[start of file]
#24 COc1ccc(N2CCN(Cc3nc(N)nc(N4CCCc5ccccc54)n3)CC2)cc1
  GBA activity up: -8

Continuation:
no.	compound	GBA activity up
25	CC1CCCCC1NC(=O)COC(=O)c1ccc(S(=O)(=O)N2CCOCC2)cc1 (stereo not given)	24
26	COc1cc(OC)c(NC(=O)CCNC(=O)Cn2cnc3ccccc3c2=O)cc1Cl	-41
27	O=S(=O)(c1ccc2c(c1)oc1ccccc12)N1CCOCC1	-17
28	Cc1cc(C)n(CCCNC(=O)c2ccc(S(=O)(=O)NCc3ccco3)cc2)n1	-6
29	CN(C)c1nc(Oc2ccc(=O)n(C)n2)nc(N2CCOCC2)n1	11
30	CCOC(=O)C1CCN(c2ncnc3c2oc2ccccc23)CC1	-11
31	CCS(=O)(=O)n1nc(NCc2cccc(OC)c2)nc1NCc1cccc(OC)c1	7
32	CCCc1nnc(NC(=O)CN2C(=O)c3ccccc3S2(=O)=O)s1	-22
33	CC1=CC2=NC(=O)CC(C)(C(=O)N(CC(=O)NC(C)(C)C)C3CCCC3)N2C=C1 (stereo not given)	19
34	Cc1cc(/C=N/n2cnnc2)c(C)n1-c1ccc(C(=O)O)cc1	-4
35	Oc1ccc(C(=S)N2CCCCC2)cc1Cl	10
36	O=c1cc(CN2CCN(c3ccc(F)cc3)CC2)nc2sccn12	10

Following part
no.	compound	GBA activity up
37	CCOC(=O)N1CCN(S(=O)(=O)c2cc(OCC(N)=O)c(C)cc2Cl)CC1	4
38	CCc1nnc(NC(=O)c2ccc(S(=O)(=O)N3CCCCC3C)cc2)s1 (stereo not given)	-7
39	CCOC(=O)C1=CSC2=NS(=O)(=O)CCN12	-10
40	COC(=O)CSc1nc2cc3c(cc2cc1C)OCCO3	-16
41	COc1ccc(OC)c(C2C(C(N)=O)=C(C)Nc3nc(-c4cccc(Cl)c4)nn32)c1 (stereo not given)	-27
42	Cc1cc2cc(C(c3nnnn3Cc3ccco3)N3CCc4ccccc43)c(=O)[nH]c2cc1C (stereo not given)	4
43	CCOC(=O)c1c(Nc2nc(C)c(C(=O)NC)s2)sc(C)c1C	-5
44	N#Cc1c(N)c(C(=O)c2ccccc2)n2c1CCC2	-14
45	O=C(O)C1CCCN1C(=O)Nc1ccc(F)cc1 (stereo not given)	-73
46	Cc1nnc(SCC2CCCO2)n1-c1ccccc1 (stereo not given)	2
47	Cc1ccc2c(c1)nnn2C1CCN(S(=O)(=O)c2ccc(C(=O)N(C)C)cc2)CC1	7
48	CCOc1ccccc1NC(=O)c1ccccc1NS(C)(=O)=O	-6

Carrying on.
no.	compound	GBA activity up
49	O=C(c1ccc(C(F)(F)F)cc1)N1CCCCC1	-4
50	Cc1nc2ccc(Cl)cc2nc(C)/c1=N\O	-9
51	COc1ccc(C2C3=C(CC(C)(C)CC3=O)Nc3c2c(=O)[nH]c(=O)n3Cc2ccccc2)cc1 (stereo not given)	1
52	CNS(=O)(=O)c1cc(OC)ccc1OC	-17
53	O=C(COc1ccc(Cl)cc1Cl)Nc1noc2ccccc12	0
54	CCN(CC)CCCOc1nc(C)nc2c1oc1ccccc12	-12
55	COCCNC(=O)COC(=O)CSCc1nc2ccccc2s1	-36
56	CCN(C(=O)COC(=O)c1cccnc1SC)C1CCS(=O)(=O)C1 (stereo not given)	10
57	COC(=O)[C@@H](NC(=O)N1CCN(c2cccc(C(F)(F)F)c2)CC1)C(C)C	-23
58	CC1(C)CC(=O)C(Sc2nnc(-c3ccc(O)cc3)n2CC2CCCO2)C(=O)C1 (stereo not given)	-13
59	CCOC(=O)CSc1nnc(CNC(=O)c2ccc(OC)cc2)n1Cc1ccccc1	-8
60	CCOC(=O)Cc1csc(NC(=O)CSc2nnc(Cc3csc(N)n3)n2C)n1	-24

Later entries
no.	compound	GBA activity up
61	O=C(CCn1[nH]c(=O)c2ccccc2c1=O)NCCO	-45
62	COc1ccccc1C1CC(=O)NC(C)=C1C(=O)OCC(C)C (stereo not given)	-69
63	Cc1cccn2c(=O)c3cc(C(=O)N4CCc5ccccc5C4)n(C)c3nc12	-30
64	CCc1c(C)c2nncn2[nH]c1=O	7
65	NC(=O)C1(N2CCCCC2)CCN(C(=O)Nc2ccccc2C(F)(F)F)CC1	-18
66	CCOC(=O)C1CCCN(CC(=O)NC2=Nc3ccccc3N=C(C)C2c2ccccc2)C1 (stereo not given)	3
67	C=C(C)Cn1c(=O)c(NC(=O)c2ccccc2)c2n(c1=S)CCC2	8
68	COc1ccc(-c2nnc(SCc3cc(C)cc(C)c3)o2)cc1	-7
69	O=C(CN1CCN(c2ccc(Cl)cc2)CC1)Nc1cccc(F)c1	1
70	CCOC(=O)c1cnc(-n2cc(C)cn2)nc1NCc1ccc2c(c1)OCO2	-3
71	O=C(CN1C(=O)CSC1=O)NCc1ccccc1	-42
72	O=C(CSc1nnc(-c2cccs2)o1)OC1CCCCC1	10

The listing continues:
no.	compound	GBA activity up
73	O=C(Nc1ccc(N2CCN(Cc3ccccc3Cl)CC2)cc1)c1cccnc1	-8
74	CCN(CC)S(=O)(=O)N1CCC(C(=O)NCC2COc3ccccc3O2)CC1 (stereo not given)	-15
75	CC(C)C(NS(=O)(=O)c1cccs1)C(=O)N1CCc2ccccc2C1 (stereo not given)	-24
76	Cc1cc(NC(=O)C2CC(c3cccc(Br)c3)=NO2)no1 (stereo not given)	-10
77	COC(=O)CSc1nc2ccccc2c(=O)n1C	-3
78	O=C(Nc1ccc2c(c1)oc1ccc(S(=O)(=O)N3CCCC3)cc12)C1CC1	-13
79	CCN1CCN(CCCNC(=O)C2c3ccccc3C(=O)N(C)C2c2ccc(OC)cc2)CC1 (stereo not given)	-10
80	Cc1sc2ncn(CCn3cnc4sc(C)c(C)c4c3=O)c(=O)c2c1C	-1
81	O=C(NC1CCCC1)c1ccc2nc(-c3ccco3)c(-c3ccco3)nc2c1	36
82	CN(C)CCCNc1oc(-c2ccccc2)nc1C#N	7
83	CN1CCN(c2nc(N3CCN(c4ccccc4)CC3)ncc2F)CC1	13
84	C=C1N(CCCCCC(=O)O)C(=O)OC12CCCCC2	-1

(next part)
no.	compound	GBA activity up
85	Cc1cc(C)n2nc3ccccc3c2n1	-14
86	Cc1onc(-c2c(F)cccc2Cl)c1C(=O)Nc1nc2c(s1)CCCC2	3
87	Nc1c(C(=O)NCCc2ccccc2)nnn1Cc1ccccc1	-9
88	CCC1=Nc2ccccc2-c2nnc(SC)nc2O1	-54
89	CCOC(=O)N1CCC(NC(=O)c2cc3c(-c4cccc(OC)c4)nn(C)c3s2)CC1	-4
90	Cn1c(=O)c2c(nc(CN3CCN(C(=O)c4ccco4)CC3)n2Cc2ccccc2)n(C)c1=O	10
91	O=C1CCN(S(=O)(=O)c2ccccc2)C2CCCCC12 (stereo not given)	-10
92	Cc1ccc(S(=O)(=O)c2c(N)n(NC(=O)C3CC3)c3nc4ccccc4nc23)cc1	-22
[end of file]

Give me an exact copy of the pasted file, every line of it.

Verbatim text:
#24 COc1ccc(N2CCN(Cc3nc(N)nc(N4CCCc5ccccc54)n3)CC2)cc1
  GBA activity up: -8

Continuation:
no.	compound	GBA activity up
25	CC1CCCCC1NC(=O)COC(=O)c1ccc(S(=O)(=O)N2CCOCC2)cc1 (stereo not given)	24
26	COc1cc(OC)c(NC(=O)CCNC(=O)Cn2cnc3ccccc3c2=O)cc1Cl	-41
27	O=S(=O)(c1ccc2c(c1)oc1ccccc12)N1CCOCC1	-17
28	Cc1cc(C)n(CCCNC(=O)c2ccc(S(=O)(=O)NCc3ccco3)cc2)n1	-6
29	CN(C)c1nc(Oc2ccc(=O)n(C)n2)nc(N2CCOCC2)n1	11
30	CCOC(=O)C1CCN(c2ncnc3c2oc2ccccc23)CC1	-11
31	CCS(=O)(=O)n1nc(NCc2cccc(OC)c2)nc1NCc1cccc(OC)c1	7
32	CCCc1nnc(NC(=O)CN2C(=O)c3ccccc3S2(=O)=O)s1	-22
33	CC1=CC2=NC(=O)CC(C)(C(=O)N(CC(=O)NC(C)(C)C)C3CCCC3)N2C=C1 (stereo not given)	19
34	Cc1cc(/C=N/n2cnnc2)c(C)n1-c1ccc(C(=O)O)cc1	-4
35	Oc1ccc(C(=S)N2CCCCC2)cc1Cl	10
36	O=c1cc(CN2CCN(c3ccc(F)cc3)CC2)nc2sccn12	10

Following part
no.	compound	GBA activity up
37	CCOC(=O)N1CCN(S(=O)(=O)c2cc(OCC(N)=O)c(C)cc2Cl)CC1	4
38	CCc1nnc(NC(=O)c2ccc(S(=O)(=O)N3CCCCC3C)cc2)s1 (stereo not given)	-7
39	CCOC(=O)C1=CSC2=NS(=O)(=O)CCN12	-10
40	COC(=O)CSc1nc2cc3c(cc2cc1C)OCCO3	-16
41	COc1ccc(OC)c(C2C(C(N)=O)=C(C)Nc3nc(-c4cccc(Cl)c4)nn32)c1 (stereo not given)	-27
42	Cc1cc2cc(C(c3nnnn3Cc3ccco3)N3CCc4ccccc43)c(=O)[nH]c2cc1C (stereo not given)	4
43	CCOC(=O)c1c(Nc2nc(C)c(C(=O)NC)s2)sc(C)c1C	-5
44	N#Cc1c(N)c(C(=O)c2ccccc2)n2c1CCC2	-14
45	O=C(O)C1CCCN1C(=O)Nc1ccc(F)cc1 (stereo not given)	-73
46	Cc1nnc(SCC2CCCO2)n1-c1ccccc1 (stereo not given)	2
47	Cc1ccc2c(c1)nnn2C1CCN(S(=O)(=O)c2ccc(C(=O)N(C)C)cc2)CC1	7
48	CCOc1ccccc1NC(=O)c1ccccc1NS(C)(=O)=O	-6

Carrying on.
no.	compound	GBA activity up
49	O=C(c1ccc(C(F)(F)F)cc1)N1CCCCC1	-4
50	Cc1nc2ccc(Cl)cc2nc(C)/c1=N\O	-9
51	COc1ccc(C2C3=C(CC(C)(C)CC3=O)Nc3c2c(=O)[nH]c(=O)n3Cc2ccccc2)cc1 (stereo not given)	1
52	CNS(=O)(=O)c1cc(OC)ccc1OC	-17
53	O=C(COc1ccc(Cl)cc1Cl)Nc1noc2ccccc12	0
54	CCN(CC)CCCOc1nc(C)nc2c1oc1ccccc12	-12
55	COCCNC(=O)COC(=O)CSCc1nc2ccccc2s1	-36
56	CCN(C(=O)COC(=O)c1cccnc1SC)C1CCS(=O)(=O)C1 (stereo not given)	10
57	COC(=O)[C@@H](NC(=O)N1CCN(c2cccc(C(F)(F)F)c2)CC1)C(C)C	-23
58	CC1(C)CC(=O)C(Sc2nnc(-c3ccc(O)cc3)n2CC2CCCO2)C(=O)C1 (stereo not given)	-13
59	CCOC(=O)CSc1nnc(CNC(=O)c2ccc(OC)cc2)n1Cc1ccccc1	-8
60	CCOC(=O)Cc1csc(NC(=O)CSc2nnc(Cc3csc(N)n3)n2C)n1	-24

Later entries
no.	compound	GBA activity up
61	O=C(CCn1[nH]c(=O)c2ccccc2c1=O)NCCO	-45
62	COc1ccccc1C1CC(=O)NC(C)=C1C(=O)OCC(C)C (stereo not given)	-69
63	Cc1cccn2c(=O)c3cc(C(=O)N4CCc5ccccc5C4)n(C)c3nc12	-30
64	CCc1c(C)c2nncn2[nH]c1=O	7
65	NC(=O)C1(N2CCCCC2)CCN(C(=O)Nc2ccccc2C(F)(F)F)CC1	-18
66	CCOC(=O)C1CCCN(CC(=O)NC2=Nc3ccccc3N=C(C)C2c2ccccc2)C1 (stereo not given)	3
67	C=C(C)Cn1c(=O)c(NC(=O)c2ccccc2)c2n(c1=S)CCC2	8
68	COc1ccc(-c2nnc(SCc3cc(C)cc(C)c3)o2)cc1	-7
69	O=C(CN1CCN(c2ccc(Cl)cc2)CC1)Nc1cccc(F)c1	1
70	CCOC(=O)c1cnc(-n2cc(C)cn2)nc1NCc1ccc2c(c1)OCO2	-3
71	O=C(CN1C(=O)CSC1=O)NCc1ccccc1	-42
72	O=C(CSc1nnc(-c2cccs2)o1)OC1CCCCC1	10

The listing continues:
no.	compound	GBA activity up
73	O=C(Nc1ccc(N2CCN(Cc3ccccc3Cl)CC2)cc1)c1cccnc1	-8
74	CCN(CC)S(=O)(=O)N1CCC(C(=O)NCC2COc3ccccc3O2)CC1 (stereo not given)	-15
75	CC(C)C(NS(=O)(=O)c1cccs1)C(=O)N1CCc2ccccc2C1 (stereo not given)	-24
76	Cc1cc(NC(=O)C2CC(c3cccc(Br)c3)=NO2)no1 (stereo not given)	-10
77	COC(=O)CSc1nc2ccccc2c(=O)n1C	-3
78	O=C(Nc1ccc2c(c1)oc1ccc(S(=O)(=O)N3CCCC3)cc12)C1CC1	-13
79	CCN1CCN(CCCNC(=O)C2c3ccccc3C(=O)N(C)C2c2ccc(OC)cc2)CC1 (stereo not given)	-10
80	Cc1sc2ncn(CCn3cnc4sc(C)c(C)c4c3=O)c(=O)c2c1C	-1
81	O=C(NC1CCCC1)c1ccc2nc(-c3ccco3)c(-c3ccco3)nc2c1	36
82	CN(C)CCCNc1oc(-c2ccccc2)nc1C#N	7
83	CN1CCN(c2nc(N3CCN(c4ccccc4)CC3)ncc2F)CC1	13
84	C=C1N(CCCCCC(=O)O)C(=O)OC12CCCCC2	-1

(next part)
no.	compound	GBA activity up
85	Cc1cc(C)n2nc3ccccc3c2n1	-14
86	Cc1onc(-c2c(F)cccc2Cl)c1C(=O)Nc1nc2c(s1)CCCC2	3
87	Nc1c(C(=O)NCCc2ccccc2)nnn1Cc1ccccc1	-9
88	CCC1=Nc2ccccc2-c2nnc(SC)nc2O1	-54
89	CCOC(=O)N1CCC(NC(=O)c2cc3c(-c4cccc(OC)c4)nn(C)c3s2)CC1	-4
90	Cn1c(=O)c2c(nc(CN3CCN(C(=O)c4ccco4)CC3)n2Cc2ccccc2)n(C)c1=O	10
91	O=C1CCN(S(=O)(=O)c2ccccc2)C2CCCCC12 (stereo not given)	-10
92	Cc1ccc(S(=O)(=O)c2c(N)n(NC(=O)C3CC3)c3nc4ccccc4nc23)cc1	-22